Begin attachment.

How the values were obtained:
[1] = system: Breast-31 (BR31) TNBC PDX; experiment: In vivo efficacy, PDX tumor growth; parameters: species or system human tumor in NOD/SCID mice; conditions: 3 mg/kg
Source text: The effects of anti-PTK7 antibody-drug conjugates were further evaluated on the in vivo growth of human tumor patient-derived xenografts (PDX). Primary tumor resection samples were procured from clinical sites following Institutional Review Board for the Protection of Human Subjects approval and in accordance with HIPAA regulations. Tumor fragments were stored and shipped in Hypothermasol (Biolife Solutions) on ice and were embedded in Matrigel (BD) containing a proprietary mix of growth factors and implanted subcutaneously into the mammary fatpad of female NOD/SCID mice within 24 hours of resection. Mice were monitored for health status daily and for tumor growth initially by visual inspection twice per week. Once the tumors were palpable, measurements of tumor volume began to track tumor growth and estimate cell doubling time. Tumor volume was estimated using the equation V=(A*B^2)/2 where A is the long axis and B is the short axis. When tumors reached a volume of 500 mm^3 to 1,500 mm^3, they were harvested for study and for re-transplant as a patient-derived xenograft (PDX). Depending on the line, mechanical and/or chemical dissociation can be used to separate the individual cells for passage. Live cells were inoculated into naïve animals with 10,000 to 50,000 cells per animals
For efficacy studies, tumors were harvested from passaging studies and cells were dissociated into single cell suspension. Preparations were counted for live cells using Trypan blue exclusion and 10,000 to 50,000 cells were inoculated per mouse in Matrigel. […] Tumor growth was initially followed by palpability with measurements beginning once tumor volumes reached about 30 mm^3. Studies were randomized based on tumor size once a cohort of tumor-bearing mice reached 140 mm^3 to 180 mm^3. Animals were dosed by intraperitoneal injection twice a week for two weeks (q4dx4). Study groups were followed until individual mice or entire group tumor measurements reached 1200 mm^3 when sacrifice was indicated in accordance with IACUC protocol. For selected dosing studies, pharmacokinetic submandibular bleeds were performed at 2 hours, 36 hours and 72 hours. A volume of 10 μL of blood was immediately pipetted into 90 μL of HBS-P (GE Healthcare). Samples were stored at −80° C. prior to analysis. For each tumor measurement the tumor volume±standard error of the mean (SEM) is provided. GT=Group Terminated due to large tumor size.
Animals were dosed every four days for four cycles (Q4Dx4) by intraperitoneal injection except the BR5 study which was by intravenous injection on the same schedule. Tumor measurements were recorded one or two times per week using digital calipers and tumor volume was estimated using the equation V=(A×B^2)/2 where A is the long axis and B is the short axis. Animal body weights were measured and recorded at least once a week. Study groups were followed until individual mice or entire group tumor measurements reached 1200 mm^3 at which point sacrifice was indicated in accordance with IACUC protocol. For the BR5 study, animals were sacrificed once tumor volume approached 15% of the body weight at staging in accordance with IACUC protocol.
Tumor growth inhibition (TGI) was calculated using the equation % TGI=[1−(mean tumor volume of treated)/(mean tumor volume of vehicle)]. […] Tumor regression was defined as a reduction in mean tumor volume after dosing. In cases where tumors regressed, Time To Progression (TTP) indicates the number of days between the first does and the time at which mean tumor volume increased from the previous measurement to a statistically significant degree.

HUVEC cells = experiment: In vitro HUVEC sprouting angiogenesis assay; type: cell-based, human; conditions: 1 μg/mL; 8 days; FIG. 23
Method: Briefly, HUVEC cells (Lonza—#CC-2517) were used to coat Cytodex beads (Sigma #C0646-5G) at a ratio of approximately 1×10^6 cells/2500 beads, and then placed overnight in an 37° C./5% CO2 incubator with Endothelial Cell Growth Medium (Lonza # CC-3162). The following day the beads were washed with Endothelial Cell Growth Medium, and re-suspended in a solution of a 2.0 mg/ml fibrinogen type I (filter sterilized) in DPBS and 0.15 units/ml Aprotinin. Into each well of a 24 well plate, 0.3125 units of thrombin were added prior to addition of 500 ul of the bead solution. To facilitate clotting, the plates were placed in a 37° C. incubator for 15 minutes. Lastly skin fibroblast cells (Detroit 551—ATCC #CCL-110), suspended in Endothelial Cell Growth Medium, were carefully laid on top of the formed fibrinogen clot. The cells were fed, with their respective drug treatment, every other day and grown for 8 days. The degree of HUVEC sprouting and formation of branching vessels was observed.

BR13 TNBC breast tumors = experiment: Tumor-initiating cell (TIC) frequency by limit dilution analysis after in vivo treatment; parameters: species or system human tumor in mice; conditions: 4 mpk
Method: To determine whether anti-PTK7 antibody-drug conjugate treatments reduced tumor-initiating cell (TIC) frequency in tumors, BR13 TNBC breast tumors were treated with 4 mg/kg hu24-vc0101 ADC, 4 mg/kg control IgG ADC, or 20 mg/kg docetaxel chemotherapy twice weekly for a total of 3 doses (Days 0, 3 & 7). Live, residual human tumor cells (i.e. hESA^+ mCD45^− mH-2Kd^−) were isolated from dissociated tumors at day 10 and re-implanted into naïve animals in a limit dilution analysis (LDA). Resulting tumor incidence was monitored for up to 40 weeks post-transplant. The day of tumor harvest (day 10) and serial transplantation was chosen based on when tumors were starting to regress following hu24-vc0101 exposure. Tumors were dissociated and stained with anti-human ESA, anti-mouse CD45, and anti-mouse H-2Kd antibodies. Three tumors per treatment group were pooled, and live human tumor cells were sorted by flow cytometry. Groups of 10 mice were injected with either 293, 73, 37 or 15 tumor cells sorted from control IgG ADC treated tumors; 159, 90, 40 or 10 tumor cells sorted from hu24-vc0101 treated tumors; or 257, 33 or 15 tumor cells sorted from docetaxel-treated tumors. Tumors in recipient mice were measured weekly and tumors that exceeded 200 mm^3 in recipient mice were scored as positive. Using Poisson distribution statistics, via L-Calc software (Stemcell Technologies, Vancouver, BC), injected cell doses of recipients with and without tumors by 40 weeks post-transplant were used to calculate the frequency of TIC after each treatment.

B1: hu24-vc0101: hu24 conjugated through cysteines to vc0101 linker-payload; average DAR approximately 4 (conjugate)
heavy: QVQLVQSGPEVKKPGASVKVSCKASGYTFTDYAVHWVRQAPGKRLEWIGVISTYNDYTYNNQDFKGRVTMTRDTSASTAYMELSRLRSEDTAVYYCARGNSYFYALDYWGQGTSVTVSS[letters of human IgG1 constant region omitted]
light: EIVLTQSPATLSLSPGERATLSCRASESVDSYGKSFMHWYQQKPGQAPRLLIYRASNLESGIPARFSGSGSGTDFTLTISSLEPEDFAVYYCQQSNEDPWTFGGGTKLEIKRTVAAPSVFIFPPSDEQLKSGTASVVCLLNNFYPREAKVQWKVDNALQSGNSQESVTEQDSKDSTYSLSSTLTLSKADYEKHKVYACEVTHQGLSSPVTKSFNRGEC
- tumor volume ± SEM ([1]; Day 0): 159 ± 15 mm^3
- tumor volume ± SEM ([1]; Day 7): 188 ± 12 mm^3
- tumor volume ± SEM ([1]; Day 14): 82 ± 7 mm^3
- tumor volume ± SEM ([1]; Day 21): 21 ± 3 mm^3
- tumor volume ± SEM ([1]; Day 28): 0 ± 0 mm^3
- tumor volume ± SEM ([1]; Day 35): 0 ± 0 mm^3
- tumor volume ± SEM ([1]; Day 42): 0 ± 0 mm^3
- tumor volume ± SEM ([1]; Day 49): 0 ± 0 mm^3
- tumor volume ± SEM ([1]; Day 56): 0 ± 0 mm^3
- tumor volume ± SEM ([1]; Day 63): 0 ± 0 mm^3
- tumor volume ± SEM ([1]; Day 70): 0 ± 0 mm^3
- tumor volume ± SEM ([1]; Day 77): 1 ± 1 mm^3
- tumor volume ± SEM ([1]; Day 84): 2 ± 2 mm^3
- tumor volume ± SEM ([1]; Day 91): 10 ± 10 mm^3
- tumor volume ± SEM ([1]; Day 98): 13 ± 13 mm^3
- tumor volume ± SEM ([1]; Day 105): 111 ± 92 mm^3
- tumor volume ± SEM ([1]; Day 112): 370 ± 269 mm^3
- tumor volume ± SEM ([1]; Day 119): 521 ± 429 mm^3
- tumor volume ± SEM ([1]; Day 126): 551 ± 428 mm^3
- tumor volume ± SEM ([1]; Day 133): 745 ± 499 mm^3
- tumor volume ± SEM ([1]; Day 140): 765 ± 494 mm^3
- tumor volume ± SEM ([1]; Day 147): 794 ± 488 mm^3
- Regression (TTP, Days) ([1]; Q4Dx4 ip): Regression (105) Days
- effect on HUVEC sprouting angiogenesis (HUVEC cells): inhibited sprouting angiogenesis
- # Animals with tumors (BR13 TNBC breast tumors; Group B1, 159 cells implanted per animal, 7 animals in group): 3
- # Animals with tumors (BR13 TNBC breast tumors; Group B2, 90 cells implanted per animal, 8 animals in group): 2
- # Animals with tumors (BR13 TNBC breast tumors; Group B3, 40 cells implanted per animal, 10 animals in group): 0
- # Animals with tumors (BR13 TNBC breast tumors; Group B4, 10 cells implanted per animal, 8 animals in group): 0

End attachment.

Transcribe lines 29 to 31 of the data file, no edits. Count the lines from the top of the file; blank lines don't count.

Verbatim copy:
- tumor volume ± SEM ([1]; Day 105): 111 ± 92 mm^3
- tumor volume ± SEM ([1]; Day 112): 370 ± 269 mm^3
- tumor volume ± SEM ([1]; Day 119): 521 ± 429 mm^3